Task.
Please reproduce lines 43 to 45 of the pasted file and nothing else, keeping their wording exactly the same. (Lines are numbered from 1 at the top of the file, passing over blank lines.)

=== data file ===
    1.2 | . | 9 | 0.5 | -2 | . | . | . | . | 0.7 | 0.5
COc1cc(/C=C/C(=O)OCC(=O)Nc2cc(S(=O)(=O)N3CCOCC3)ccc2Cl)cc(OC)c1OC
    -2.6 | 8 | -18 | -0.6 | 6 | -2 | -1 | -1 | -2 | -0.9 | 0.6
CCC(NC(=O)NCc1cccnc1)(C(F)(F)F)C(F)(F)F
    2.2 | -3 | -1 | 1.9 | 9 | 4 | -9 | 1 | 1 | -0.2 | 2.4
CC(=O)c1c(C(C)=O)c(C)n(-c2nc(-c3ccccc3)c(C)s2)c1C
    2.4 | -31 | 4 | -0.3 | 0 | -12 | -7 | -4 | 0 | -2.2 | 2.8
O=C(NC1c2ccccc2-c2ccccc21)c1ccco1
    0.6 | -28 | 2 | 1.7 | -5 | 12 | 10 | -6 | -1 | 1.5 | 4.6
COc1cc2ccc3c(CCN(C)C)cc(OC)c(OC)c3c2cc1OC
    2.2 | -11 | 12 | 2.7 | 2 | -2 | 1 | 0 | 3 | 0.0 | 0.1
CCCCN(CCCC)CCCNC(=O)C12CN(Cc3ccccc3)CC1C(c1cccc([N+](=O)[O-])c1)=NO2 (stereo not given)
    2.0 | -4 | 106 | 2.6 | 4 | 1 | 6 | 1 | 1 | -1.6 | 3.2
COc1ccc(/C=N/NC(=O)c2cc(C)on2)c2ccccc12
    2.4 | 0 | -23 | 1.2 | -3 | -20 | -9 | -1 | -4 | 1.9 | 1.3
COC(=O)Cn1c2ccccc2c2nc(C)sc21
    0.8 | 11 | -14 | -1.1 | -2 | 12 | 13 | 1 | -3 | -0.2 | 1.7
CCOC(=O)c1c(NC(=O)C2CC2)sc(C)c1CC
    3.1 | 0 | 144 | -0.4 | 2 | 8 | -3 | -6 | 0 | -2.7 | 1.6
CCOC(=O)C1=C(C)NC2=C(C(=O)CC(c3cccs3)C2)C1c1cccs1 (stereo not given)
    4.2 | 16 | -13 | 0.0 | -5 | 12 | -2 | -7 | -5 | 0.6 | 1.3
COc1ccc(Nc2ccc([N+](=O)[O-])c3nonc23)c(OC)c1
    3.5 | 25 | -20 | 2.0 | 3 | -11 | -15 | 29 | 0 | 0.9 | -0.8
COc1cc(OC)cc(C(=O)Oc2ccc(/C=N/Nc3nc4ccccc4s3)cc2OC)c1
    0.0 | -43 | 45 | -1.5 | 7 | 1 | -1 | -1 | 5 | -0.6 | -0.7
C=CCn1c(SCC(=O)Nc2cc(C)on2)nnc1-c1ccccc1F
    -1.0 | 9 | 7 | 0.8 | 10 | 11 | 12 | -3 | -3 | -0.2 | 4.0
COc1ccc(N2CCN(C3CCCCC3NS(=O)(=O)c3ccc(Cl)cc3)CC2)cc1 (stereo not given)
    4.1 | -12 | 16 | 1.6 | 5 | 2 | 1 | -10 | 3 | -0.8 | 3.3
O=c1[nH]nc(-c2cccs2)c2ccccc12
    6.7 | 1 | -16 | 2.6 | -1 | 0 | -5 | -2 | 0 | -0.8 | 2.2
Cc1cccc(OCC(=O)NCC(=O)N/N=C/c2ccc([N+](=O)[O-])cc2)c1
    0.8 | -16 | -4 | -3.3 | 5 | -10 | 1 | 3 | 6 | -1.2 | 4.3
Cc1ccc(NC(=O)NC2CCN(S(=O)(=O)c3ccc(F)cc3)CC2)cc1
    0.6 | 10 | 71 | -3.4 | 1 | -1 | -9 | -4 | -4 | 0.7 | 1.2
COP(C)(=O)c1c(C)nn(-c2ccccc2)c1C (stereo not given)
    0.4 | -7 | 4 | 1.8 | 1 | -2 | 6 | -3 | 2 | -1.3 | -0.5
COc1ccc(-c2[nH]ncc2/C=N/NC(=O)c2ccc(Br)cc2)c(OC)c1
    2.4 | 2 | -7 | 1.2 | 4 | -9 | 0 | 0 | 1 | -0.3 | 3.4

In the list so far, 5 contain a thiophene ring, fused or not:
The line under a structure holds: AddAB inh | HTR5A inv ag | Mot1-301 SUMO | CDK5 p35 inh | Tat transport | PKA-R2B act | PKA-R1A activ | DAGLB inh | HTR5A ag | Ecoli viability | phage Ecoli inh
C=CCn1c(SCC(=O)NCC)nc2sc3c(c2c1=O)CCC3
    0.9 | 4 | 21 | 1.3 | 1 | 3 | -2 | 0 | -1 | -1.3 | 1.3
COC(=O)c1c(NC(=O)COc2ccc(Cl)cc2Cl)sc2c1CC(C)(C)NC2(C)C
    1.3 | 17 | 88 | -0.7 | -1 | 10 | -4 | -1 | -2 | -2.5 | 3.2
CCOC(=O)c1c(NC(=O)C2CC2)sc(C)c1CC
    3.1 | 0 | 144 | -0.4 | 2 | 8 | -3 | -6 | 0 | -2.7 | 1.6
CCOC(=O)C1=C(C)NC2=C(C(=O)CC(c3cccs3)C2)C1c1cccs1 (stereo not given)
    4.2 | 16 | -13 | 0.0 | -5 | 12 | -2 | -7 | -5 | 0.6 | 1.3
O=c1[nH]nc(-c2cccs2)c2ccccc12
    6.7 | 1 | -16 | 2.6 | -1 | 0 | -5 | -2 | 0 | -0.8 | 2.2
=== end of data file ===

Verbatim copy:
    0.9 | 4 | 21 | 1.3 | 1 | 3 | -2 | 0 | -1 | -1.3 | 1.3
COC(=O)c1c(NC(=O)COc2ccc(Cl)cc2Cl)sc2c1CC(C)(C)NC2(C)C
    1.3 | 17 | 88 | -0.7 | -1 | 10 | -4 | -1 | -2 | -2.5 | 3.2